Of Poitra and Whitemanrunshim, Whiteman said that their actions Saturday were reflective of the kids she knows. "That's them. They would give the shirt off their back. They're always sweet, kind kids. You know they're grandma's kids, you know? They love their grandma, they cook together, they all work so hard," Whiteman said. "I just feel so blessed that they're with us. Cause we've lost people to car wrecks way too many times and we just didn't need a tragedy right now. It is a tragedy but they're alive."

Alongside everything else that she went through Saturday, a new vehicle is a major concern for Ainsworth, who said she was feeling panicked at having no reliable transportation. She has three children under the age of 5, and wasn't sure how she would manage to get them to school, get to the grocery store and continue making regularly scheduled medical appointments her boyfriend has to treat his cancer. 

Ainsworth said she lost her job in December due to COVID-19 and doesn't have the means to replace the vehicle or rent one as she waits out the weeks she expects it to take before her insurance is able to help. She was also treated at a local hospital for bruising and soreness from the crash.

Part of Ainsworth's day on Sunday was spent scouring social media trying to find the people that had helped her so that she could offer her thanks. Ainsworth and her children were eventually able to get out of the car and get safely off the bridge.

She credited Billings resident Ryan Doran with helping get her and the kids out of the car. Doran, 39, had been headed to the West End when the crashes began just before noon. Amid the many pictures circulating from the crash include photos of a blue truck hanging over the edge of the bride. Doran said that in some of those photos his white Subaru Outback is visible.

He guessed that he was hit multiple times throughout the incident. Eventually he was able to crawl out of his driver's side window. Inside the red car next to him were Ainsworth and her children. "My goal at that point was to get them out and away from any more impact," he said. 

Ainsworth said the back windows of her car had shattered during impact and that all of her car doors were pinned shut. In her recollection Doran jumped into the car through the back passenger window, first grabbing Ainsworth's daughter and handing her to someone nearby.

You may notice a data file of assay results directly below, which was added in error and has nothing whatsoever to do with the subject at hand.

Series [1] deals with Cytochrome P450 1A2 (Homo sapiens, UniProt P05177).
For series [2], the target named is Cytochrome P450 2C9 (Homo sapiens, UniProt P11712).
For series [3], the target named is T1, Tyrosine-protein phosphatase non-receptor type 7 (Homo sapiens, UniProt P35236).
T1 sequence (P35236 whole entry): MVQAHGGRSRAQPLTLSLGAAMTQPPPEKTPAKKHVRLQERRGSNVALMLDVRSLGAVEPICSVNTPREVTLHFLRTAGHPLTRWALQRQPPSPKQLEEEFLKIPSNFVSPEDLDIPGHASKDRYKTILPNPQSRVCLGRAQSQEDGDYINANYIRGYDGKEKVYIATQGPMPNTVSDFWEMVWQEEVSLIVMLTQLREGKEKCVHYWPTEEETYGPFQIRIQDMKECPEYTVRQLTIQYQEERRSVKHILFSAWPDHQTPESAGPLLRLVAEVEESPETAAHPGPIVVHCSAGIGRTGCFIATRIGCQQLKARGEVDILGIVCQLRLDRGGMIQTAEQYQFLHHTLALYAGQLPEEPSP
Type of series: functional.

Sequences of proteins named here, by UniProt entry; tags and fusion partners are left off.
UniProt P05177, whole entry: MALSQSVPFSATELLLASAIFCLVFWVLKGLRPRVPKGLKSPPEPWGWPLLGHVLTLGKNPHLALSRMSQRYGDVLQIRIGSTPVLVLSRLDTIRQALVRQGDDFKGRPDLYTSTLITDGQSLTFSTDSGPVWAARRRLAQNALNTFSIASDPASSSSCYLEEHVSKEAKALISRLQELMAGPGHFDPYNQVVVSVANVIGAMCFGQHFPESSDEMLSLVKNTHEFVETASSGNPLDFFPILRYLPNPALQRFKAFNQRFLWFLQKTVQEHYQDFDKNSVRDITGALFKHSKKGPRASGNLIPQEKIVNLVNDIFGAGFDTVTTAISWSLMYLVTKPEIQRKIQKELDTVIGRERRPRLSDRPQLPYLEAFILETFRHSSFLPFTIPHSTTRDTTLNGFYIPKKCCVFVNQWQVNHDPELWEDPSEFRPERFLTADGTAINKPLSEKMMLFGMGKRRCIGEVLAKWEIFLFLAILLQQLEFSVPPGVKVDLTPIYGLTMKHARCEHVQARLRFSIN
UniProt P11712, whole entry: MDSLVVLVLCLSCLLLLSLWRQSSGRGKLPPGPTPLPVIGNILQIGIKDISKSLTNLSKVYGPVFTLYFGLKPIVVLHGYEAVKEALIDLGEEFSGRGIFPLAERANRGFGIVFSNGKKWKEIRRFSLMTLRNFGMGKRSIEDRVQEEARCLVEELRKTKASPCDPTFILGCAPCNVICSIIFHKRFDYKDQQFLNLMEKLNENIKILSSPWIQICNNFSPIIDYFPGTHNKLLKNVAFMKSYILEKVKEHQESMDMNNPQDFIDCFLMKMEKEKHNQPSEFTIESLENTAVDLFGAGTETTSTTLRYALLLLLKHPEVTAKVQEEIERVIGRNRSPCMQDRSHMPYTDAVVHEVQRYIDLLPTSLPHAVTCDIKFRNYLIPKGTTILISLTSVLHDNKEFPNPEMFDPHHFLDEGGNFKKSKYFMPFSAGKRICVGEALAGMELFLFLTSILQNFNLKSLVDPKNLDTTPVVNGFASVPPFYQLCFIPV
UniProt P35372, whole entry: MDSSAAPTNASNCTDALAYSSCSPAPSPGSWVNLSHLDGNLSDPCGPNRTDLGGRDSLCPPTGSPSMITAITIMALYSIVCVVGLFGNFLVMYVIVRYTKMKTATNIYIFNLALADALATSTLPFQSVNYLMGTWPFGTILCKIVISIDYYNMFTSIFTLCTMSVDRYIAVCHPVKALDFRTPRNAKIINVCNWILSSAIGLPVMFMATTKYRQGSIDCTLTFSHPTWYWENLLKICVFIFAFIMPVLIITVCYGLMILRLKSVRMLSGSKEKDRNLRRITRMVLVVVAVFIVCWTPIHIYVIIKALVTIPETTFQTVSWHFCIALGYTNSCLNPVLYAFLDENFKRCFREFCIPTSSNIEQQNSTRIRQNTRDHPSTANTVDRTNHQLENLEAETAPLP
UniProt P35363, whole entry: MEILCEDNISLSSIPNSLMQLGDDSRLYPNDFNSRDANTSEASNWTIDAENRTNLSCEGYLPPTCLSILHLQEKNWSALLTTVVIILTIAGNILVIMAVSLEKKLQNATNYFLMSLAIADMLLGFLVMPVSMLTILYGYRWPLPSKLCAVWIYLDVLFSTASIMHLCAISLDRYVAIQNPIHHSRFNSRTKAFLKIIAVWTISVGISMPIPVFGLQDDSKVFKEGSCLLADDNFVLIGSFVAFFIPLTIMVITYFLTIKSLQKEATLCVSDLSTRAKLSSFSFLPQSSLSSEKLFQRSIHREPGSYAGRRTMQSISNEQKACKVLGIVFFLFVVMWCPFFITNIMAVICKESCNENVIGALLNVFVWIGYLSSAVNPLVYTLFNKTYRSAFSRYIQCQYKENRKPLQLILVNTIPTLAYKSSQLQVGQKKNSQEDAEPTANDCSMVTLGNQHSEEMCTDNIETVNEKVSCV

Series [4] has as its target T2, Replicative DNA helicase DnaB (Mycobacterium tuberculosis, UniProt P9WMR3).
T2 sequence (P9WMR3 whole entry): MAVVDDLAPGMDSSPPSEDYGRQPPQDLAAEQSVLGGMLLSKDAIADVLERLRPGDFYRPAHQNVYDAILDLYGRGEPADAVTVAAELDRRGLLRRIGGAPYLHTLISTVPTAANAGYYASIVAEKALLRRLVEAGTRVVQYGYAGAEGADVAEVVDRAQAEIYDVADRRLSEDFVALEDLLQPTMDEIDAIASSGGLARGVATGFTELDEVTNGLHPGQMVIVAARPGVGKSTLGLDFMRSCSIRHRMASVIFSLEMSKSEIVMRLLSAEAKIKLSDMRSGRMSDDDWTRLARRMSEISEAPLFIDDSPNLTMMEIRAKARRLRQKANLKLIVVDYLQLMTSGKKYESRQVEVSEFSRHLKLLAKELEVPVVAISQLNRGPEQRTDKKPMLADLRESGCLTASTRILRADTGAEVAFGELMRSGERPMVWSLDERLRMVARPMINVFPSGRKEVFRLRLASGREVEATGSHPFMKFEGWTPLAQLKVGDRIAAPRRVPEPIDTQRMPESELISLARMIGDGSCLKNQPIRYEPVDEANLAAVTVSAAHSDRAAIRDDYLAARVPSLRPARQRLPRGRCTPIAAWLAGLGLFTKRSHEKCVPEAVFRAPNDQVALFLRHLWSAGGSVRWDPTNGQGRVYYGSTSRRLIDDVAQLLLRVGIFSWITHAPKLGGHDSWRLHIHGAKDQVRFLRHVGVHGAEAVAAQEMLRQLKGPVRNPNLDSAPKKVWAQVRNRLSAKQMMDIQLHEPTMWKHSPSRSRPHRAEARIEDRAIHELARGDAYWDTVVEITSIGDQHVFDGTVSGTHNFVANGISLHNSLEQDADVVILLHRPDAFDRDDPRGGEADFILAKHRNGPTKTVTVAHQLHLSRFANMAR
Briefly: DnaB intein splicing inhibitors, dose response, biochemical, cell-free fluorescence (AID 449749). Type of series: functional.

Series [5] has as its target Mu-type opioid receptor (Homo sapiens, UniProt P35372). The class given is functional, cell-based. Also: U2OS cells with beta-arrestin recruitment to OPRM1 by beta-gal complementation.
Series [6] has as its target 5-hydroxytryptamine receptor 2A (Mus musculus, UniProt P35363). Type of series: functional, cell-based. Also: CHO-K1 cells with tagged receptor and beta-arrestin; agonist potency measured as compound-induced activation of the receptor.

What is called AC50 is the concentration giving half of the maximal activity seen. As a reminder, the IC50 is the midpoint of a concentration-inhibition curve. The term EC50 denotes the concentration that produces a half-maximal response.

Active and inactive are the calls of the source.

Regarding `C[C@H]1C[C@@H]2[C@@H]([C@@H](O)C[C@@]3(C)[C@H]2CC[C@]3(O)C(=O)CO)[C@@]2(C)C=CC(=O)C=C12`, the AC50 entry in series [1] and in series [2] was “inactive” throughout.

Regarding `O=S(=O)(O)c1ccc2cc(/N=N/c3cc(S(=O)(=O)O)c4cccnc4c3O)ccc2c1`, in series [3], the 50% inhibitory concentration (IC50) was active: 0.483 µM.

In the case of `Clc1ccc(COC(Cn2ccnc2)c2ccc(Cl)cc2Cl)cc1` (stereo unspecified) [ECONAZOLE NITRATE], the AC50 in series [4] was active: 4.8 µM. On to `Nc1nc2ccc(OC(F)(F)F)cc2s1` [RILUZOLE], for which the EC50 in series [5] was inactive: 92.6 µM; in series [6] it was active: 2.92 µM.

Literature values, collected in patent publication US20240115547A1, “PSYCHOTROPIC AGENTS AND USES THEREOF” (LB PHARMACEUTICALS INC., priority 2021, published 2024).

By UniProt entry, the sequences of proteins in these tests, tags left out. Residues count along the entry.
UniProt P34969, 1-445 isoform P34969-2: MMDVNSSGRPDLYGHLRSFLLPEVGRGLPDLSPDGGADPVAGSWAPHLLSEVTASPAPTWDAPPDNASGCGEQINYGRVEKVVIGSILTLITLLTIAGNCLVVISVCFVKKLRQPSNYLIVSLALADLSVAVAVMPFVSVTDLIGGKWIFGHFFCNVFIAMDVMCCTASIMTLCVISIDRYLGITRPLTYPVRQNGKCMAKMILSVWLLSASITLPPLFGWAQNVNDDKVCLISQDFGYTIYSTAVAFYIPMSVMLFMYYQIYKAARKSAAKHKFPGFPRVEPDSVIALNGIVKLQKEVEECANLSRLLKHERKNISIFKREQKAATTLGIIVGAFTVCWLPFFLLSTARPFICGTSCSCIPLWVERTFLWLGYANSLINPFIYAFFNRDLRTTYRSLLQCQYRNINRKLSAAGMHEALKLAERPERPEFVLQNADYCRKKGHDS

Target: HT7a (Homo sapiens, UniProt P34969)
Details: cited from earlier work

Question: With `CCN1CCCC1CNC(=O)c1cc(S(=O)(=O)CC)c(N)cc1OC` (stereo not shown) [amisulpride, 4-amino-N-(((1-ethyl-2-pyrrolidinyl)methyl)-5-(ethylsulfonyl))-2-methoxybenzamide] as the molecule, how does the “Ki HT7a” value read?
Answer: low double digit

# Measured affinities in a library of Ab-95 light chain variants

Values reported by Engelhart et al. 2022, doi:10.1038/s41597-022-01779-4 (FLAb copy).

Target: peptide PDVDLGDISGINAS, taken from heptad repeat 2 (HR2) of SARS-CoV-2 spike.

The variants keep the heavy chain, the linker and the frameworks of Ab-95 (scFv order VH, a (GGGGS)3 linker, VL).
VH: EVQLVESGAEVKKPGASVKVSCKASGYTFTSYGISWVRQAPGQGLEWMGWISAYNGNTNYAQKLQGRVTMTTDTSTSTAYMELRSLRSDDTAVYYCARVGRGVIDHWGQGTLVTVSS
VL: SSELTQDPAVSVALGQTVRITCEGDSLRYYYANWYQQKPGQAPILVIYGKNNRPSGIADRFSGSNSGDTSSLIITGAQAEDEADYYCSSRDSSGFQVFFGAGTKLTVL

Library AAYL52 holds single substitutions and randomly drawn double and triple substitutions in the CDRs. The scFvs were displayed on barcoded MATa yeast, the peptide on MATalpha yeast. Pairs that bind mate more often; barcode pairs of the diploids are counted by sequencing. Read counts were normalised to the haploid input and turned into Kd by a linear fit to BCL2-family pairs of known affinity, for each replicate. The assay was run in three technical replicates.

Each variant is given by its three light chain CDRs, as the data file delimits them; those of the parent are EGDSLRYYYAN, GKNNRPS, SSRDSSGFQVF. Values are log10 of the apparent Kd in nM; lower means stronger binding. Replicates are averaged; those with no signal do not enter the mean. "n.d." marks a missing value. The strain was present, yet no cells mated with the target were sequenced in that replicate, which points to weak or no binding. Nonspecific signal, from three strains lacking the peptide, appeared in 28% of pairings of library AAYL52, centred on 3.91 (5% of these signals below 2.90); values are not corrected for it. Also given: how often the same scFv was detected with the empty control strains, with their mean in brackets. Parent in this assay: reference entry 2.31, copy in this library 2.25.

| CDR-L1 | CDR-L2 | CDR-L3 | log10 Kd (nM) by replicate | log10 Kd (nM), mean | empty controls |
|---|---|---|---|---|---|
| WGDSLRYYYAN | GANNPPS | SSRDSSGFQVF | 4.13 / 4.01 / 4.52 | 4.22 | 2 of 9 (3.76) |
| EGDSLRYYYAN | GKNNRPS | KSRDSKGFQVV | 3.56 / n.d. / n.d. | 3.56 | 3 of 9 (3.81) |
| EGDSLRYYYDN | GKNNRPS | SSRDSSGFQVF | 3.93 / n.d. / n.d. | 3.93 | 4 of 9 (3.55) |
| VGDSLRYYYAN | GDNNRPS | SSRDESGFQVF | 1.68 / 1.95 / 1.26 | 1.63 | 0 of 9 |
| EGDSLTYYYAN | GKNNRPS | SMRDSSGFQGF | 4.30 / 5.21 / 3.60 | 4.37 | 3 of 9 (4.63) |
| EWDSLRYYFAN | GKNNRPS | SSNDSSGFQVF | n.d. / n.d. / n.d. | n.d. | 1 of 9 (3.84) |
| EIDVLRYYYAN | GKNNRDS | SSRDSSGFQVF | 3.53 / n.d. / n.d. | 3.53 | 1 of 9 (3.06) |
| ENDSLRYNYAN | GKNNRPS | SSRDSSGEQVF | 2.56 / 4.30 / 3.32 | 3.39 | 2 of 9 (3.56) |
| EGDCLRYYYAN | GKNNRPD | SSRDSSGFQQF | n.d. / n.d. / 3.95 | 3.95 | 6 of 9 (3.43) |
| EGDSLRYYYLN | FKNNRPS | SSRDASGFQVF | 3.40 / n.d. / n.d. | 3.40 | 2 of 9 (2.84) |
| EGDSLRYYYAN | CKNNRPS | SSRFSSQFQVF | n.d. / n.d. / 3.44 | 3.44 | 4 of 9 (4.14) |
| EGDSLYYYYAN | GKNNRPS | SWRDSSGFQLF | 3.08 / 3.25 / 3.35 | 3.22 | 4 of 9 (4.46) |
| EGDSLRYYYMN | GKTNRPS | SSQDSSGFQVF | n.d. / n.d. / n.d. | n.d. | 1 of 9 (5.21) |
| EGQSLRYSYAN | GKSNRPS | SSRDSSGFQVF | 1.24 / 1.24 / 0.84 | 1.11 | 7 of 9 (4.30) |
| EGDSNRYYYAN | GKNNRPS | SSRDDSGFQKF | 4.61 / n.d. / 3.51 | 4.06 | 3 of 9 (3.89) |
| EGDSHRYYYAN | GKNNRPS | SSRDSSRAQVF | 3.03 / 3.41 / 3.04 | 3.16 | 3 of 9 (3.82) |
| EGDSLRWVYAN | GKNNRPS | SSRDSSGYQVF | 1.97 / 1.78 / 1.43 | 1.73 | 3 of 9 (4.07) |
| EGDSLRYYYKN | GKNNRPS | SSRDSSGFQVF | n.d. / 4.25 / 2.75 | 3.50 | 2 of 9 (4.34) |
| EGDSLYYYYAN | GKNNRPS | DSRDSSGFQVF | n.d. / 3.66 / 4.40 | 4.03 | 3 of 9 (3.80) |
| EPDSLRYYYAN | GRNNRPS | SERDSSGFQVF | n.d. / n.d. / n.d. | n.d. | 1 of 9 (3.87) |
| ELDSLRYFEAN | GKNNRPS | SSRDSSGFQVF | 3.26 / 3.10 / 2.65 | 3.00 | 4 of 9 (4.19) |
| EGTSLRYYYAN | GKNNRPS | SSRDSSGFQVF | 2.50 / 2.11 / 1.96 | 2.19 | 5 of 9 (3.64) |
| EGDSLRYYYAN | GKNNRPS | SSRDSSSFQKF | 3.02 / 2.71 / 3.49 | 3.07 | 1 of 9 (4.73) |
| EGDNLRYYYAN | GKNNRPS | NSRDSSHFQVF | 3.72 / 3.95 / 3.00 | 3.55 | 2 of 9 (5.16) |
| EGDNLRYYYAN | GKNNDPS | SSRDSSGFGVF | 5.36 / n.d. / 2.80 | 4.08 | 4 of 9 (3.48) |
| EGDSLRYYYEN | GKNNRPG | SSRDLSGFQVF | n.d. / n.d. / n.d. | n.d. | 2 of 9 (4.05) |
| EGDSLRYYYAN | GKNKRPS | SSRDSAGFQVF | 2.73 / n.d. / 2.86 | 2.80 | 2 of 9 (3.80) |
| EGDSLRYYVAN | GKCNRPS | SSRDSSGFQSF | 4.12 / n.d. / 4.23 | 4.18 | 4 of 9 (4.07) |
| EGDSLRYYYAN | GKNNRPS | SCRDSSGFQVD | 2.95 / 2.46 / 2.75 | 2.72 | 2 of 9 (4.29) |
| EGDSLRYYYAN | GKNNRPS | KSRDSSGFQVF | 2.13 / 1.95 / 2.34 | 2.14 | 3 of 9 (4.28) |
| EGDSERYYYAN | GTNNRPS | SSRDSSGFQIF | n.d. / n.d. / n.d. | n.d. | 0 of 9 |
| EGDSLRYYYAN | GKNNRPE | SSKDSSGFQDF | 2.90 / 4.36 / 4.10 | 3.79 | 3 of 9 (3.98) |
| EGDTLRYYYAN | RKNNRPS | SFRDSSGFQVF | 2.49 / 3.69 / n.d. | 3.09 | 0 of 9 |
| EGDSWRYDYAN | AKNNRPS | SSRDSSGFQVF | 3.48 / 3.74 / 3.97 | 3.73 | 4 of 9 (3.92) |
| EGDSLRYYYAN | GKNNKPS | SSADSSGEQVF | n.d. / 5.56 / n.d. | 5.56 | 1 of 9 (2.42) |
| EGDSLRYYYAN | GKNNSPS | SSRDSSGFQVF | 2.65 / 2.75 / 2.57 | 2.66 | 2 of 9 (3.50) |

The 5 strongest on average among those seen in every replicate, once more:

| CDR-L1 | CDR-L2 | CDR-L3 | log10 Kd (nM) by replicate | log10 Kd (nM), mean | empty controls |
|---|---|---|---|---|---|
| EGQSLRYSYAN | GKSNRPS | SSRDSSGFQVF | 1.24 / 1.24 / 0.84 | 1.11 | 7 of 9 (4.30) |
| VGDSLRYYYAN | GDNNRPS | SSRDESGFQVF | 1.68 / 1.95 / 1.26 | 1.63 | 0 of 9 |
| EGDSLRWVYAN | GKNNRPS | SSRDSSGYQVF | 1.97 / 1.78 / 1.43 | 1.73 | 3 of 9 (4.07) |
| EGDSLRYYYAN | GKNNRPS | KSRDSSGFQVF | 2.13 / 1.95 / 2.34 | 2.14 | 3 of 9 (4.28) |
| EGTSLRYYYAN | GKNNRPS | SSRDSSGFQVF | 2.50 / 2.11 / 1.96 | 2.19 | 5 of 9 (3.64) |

Then she unbuckled her son and guided him toward a window where Doran could pick him up. Ainsworth said Doran then gave her his hand and helped steady her as she tried to climb out through the shattered back windows of her vehicle and onto the slick hood of another car. 

Ainsworth said that Doran and another person were able to run her kids to safety off the bridge. At some point Doran cut his hand, which he said a truck driver helped him bandage and another person gave him a towel to wrap it in. 

"Even though people were hurt, a couple serious from what I hear, there was a great effort with everyone to come together," Doran said. "This really could have been a lot worse. All these vehicles can be replaced, but the wellbeing and lives are more important."

Calling Poitra, Whitemanrunshim and Doran "amazing humans," Ainsworth said she appreciated everything they did to help her and her kids get to safety. Ainsworth also said she wanted to thank Cherish and Steve Lafurge for checking on others and making sure she and her children were warm and uninjured.

Reports Saturday put the total number of injured people at four. Sgt. Kyle Hayter with the Montana Highway Patrol said that he could not confirm or deny specific accounts of what people did Saturday to help each other, but he spoke to a wide ranging effort among strangers to help one another. 

"I mean everyone did a great job. Not just the emergency responders but even those involved in the crash. Everyone was from what I saw calm and they helped each other out, kind of cared for each other, from what I saw," Hayter said. "I think that was just the general tone of everyone out there was kind of looking out after each other and helping everybody out."

The sergeant also specifically credited the first responders on scene for their work.